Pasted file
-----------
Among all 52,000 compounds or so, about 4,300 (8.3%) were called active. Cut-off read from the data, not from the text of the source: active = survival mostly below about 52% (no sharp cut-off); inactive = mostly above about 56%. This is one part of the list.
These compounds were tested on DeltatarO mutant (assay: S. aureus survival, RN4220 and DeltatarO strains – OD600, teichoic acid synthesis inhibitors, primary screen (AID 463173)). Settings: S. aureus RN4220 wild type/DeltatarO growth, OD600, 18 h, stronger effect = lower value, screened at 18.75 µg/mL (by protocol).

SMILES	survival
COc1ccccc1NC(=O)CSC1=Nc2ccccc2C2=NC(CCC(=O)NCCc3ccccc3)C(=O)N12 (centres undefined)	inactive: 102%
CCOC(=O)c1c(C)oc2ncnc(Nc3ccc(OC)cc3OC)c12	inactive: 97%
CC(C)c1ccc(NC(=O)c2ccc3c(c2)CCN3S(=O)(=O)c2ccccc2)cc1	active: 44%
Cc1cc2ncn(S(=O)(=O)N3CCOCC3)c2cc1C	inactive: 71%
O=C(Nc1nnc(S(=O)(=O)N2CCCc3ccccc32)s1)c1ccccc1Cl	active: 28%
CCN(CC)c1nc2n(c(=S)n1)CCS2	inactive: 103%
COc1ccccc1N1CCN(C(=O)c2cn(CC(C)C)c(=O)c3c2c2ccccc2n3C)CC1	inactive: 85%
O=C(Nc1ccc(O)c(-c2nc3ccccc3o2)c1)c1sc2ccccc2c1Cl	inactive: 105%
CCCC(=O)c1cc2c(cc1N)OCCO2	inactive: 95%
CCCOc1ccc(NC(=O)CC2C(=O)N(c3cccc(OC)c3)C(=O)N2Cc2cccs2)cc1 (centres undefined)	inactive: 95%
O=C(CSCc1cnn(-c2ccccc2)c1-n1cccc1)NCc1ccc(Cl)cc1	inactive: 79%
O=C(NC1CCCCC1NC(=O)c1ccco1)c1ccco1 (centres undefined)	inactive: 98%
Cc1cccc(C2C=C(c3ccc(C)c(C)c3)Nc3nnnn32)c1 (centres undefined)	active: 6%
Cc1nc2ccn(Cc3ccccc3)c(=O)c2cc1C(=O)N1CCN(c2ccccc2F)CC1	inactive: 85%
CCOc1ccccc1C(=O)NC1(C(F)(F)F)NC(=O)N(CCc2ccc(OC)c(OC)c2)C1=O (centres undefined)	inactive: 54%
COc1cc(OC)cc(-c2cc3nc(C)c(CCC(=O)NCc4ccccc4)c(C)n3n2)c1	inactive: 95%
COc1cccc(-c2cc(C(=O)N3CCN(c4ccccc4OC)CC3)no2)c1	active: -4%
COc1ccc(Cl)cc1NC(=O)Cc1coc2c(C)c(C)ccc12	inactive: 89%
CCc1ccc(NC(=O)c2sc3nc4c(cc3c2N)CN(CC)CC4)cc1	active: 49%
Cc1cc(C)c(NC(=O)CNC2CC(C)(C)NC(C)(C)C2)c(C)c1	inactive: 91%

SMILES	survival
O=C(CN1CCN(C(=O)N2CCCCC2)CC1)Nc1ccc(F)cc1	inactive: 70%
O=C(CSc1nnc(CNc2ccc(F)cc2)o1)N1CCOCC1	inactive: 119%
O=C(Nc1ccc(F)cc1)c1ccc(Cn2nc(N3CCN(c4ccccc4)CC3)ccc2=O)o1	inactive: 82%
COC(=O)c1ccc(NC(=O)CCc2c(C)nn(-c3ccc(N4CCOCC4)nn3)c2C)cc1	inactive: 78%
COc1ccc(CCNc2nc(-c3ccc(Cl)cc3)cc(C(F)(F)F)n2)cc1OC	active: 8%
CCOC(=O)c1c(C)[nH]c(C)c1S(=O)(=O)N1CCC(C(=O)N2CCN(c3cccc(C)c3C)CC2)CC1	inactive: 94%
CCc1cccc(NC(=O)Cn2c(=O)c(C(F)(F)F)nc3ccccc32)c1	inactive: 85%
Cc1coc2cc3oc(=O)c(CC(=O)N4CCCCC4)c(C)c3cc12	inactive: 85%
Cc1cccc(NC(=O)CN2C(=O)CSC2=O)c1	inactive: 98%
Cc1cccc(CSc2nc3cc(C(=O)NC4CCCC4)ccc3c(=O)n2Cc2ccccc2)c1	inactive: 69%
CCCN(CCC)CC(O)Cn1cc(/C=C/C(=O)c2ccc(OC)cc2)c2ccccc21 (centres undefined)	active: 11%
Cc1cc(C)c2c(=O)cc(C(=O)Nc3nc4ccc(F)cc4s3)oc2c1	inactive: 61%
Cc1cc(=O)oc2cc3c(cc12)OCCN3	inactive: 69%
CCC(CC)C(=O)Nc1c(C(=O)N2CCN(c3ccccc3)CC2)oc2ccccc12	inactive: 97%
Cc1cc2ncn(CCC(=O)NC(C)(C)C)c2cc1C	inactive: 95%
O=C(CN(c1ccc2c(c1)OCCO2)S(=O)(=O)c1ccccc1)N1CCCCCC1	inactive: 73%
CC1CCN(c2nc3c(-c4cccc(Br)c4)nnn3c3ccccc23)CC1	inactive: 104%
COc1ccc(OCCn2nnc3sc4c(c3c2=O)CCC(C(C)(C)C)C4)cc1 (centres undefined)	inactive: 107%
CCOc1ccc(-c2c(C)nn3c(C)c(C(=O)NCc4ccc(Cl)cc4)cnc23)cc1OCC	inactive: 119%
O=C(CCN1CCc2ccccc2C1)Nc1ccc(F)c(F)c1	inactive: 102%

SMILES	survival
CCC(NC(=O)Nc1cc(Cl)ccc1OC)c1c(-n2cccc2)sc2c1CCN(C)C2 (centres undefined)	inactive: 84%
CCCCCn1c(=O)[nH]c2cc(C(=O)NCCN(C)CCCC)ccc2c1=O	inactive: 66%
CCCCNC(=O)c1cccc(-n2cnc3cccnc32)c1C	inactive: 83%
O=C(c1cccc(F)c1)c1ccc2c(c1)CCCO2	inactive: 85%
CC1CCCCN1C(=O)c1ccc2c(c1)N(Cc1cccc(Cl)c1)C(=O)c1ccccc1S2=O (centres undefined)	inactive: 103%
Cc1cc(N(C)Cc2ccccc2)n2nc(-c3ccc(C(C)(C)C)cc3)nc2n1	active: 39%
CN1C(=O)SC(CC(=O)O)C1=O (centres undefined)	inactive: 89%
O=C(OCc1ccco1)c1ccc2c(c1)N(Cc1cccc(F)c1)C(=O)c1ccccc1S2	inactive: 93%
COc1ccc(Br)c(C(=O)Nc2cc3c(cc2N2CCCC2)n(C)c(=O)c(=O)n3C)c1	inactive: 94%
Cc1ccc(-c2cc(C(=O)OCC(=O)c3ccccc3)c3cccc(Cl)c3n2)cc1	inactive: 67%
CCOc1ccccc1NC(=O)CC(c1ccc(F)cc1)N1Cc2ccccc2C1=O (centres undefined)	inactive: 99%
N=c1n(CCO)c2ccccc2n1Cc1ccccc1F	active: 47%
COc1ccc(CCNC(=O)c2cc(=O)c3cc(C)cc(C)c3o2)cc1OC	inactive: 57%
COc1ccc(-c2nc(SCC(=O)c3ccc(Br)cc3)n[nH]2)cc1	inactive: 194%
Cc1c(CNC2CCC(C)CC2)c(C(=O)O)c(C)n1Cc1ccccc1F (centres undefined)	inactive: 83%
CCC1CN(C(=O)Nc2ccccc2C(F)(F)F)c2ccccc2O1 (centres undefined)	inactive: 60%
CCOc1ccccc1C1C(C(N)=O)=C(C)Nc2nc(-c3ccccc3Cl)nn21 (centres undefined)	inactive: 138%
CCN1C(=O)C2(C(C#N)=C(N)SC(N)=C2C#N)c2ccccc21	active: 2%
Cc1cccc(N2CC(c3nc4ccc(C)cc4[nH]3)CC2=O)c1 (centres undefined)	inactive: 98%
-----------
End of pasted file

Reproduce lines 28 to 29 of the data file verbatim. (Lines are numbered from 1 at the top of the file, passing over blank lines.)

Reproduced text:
COC(=O)c1ccc(NC(=O)CCc2c(C)nn(-c3ccc(N4CCOCC4)nn3)c2C)cc1	inactive: 78%
COc1ccc(CCNc2nc(-c3ccc(Cl)cc3)cc(C(F)(F)F)n2)cc1OC	active: 8%